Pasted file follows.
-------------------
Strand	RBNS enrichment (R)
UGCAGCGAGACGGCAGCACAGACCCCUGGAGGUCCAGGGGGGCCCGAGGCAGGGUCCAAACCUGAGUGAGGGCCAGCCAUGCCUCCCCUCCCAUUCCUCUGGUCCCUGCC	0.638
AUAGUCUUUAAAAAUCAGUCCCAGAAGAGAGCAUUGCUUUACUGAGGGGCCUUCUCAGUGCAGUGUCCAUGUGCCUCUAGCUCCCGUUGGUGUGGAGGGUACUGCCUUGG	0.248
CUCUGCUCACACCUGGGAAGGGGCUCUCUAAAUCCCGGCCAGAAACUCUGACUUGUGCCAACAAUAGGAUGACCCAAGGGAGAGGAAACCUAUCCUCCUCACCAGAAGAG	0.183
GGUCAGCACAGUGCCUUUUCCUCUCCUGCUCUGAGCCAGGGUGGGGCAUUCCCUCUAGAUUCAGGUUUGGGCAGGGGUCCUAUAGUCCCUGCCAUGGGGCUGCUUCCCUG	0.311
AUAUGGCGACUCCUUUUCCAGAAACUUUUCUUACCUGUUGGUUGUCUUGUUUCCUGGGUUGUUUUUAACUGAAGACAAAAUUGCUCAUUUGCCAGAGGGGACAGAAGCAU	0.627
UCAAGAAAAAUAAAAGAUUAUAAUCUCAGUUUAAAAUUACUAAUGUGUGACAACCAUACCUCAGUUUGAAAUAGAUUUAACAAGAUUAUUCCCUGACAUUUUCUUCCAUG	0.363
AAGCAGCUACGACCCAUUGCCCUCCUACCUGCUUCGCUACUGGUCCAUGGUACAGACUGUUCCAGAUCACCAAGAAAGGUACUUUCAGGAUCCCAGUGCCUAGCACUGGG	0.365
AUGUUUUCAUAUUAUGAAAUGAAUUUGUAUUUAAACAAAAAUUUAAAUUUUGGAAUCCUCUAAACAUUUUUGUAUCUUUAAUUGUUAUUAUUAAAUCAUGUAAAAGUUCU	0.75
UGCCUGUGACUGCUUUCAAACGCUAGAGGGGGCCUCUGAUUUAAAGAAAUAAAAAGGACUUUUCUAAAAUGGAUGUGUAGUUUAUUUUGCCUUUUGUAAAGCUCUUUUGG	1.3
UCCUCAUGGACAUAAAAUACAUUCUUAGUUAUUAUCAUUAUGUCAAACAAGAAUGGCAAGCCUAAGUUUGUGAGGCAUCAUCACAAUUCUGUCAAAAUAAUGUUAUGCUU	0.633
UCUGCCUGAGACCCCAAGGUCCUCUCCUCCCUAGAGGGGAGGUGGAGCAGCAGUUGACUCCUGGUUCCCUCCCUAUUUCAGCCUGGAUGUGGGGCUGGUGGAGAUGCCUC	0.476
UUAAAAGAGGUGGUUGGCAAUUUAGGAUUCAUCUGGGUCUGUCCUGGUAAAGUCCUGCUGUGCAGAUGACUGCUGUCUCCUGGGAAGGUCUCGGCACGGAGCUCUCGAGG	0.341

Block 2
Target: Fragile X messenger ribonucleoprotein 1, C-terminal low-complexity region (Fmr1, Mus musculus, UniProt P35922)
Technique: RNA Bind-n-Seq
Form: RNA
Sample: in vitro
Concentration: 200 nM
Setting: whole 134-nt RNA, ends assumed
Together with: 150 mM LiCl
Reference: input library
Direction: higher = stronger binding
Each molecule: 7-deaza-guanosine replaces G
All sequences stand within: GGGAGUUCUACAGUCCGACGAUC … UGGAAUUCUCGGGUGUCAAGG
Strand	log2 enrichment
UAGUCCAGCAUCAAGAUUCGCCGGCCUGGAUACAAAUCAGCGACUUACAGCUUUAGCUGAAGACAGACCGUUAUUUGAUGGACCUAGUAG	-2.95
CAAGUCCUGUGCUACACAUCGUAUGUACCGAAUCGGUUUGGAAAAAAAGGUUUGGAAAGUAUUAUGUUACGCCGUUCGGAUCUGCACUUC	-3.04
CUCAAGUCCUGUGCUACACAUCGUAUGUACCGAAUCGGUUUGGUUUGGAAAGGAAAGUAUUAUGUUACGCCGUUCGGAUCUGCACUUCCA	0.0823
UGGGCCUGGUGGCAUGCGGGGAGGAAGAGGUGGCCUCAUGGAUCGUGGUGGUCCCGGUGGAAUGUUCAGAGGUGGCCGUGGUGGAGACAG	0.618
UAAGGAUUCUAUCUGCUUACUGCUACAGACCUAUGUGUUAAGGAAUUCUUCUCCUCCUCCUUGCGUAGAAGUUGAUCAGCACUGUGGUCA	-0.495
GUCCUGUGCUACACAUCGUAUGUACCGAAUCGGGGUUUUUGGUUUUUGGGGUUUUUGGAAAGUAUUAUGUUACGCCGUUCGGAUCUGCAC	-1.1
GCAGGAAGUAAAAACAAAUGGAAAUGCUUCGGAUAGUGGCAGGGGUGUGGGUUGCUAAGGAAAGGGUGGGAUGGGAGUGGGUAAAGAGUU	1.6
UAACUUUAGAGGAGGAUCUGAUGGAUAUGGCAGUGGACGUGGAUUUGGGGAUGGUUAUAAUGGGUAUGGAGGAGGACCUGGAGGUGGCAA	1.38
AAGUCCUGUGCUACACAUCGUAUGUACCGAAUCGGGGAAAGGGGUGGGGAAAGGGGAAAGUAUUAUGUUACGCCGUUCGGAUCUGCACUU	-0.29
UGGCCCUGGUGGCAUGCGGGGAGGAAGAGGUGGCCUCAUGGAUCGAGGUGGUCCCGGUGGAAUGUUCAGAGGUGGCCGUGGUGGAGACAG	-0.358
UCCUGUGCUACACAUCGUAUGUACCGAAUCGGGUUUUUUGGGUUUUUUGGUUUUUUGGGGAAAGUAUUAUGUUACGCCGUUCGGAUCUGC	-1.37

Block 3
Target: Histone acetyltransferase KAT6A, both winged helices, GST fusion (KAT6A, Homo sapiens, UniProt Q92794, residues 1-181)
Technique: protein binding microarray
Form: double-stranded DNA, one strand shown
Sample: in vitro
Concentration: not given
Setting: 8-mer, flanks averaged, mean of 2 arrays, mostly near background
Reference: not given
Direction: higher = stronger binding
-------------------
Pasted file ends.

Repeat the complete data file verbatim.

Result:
Strand	RBNS enrichment (R)
UGCAGCGAGACGGCAGCACAGACCCCUGGAGGUCCAGGGGGGCCCGAGGCAGGGUCCAAACCUGAGUGAGGGCCAGCCAUGCCUCCCCUCCCAUUCCUCUGGUCCCUGCC	0.638
AUAGUCUUUAAAAAUCAGUCCCAGAAGAGAGCAUUGCUUUACUGAGGGGCCUUCUCAGUGCAGUGUCCAUGUGCCUCUAGCUCCCGUUGGUGUGGAGGGUACUGCCUUGG	0.248
CUCUGCUCACACCUGGGAAGGGGCUCUCUAAAUCCCGGCCAGAAACUCUGACUUGUGCCAACAAUAGGAUGACCCAAGGGAGAGGAAACCUAUCCUCCUCACCAGAAGAG	0.183
GGUCAGCACAGUGCCUUUUCCUCUCCUGCUCUGAGCCAGGGUGGGGCAUUCCCUCUAGAUUCAGGUUUGGGCAGGGGUCCUAUAGUCCCUGCCAUGGGGCUGCUUCCCUG	0.311
AUAUGGCGACUCCUUUUCCAGAAACUUUUCUUACCUGUUGGUUGUCUUGUUUCCUGGGUUGUUUUUAACUGAAGACAAAAUUGCUCAUUUGCCAGAGGGGACAGAAGCAU	0.627
UCAAGAAAAAUAAAAGAUUAUAAUCUCAGUUUAAAAUUACUAAUGUGUGACAACCAUACCUCAGUUUGAAAUAGAUUUAACAAGAUUAUUCCCUGACAUUUUCUUCCAUG	0.363
AAGCAGCUACGACCCAUUGCCCUCCUACCUGCUUCGCUACUGGUCCAUGGUACAGACUGUUCCAGAUCACCAAGAAAGGUACUUUCAGGAUCCCAGUGCCUAGCACUGGG	0.365
AUGUUUUCAUAUUAUGAAAUGAAUUUGUAUUUAAACAAAAAUUUAAAUUUUGGAAUCCUCUAAACAUUUUUGUAUCUUUAAUUGUUAUUAUUAAAUCAUGUAAAAGUUCU	0.75
UGCCUGUGACUGCUUUCAAACGCUAGAGGGGGCCUCUGAUUUAAAGAAAUAAAAAGGACUUUUCUAAAAUGGAUGUGUAGUUUAUUUUGCCUUUUGUAAAGCUCUUUUGG	1.3
UCCUCAUGGACAUAAAAUACAUUCUUAGUUAUUAUCAUUAUGUCAAACAAGAAUGGCAAGCCUAAGUUUGUGAGGCAUCAUCACAAUUCUGUCAAAAUAAUGUUAUGCUU	0.633
UCUGCCUGAGACCCCAAGGUCCUCUCCUCCCUAGAGGGGAGGUGGAGCAGCAGUUGACUCCUGGUUCCCUCCCUAUUUCAGCCUGGAUGUGGGGCUGGUGGAGAUGCCUC	0.476
UUAAAAGAGGUGGUUGGCAAUUUAGGAUUCAUCUGGGUCUGUCCUGGUAAAGUCCUGCUGUGCAGAUGACUGCUGUCUCCUGGGAAGGUCUCGGCACGGAGCUCUCGAGG	0.341

Block 2
Target: Fragile X messenger ribonucleoprotein 1, C-terminal low-complexity region (Fmr1, Mus musculus, UniProt P35922)
Technique: RNA Bind-n-Seq
Form: RNA
Sample: in vitro
Concentration: 200 nM
Setting: whole 134-nt RNA, ends assumed
Together with: 150 mM LiCl
Reference: input library
Direction: higher = stronger binding
Each molecule: 7-deaza-guanosine replaces G
All sequences stand within: GGGAGUUCUACAGUCCGACGAUC … UGGAAUUCUCGGGUGUCAAGG
Strand	log2 enrichment
UAGUCCAGCAUCAAGAUUCGCCGGCCUGGAUACAAAUCAGCGACUUACAGCUUUAGCUGAAGACAGACCGUUAUUUGAUGGACCUAGUAG	-2.95
CAAGUCCUGUGCUACACAUCGUAUGUACCGAAUCGGUUUGGAAAAAAAGGUUUGGAAAGUAUUAUGUUACGCCGUUCGGAUCUGCACUUC	-3.04
CUCAAGUCCUGUGCUACACAUCGUAUGUACCGAAUCGGUUUGGUUUGGAAAGGAAAGUAUUAUGUUACGCCGUUCGGAUCUGCACUUCCA	0.0823
UGGGCCUGGUGGCAUGCGGGGAGGAAGAGGUGGCCUCAUGGAUCGUGGUGGUCCCGGUGGAAUGUUCAGAGGUGGCCGUGGUGGAGACAG	0.618
UAAGGAUUCUAUCUGCUUACUGCUACAGACCUAUGUGUUAAGGAAUUCUUCUCCUCCUCCUUGCGUAGAAGUUGAUCAGCACUGUGGUCA	-0.495
GUCCUGUGCUACACAUCGUAUGUACCGAAUCGGGGUUUUUGGUUUUUGGGGUUUUUGGAAAGUAUUAUGUUACGCCGUUCGGAUCUGCAC	-1.1
GCAGGAAGUAAAAACAAAUGGAAAUGCUUCGGAUAGUGGCAGGGGUGUGGGUUGCUAAGGAAAGGGUGGGAUGGGAGUGGGUAAAGAGUU	1.6
UAACUUUAGAGGAGGAUCUGAUGGAUAUGGCAGUGGACGUGGAUUUGGGGAUGGUUAUAAUGGGUAUGGAGGAGGACCUGGAGGUGGCAA	1.38
AAGUCCUGUGCUACACAUCGUAUGUACCGAAUCGGGGAAAGGGGUGGGGAAAGGGGAAAGUAUUAUGUUACGCCGUUCGGAUCUGCACUU	-0.29
UGGCCCUGGUGGCAUGCGGGGAGGAAGAGGUGGCCUCAUGGAUCGAGGUGGUCCCGGUGGAAUGUUCAGAGGUGGCCGUGGUGGAGACAG	-0.358
UCCUGUGCUACACAUCGUAUGUACCGAAUCGGGUUUUUUGGGUUUUUUGGUUUUUUGGGGAAAGUAUUAUGUUACGCCGUUCGGAUCUGC	-1.37

Block 3
Target: Histone acetyltransferase KAT6A, both winged helices, GST fusion (KAT6A, Homo sapiens, UniProt Q92794, residues 1-181)
Technique: protein binding microarray
Form: double-stranded DNA, one strand shown
Sample: in vitro
Concentration: not given
Setting: 8-mer, flanks averaged, mean of 2 arrays, mostly near background
Reference: not given
Direction: higher = stronger binding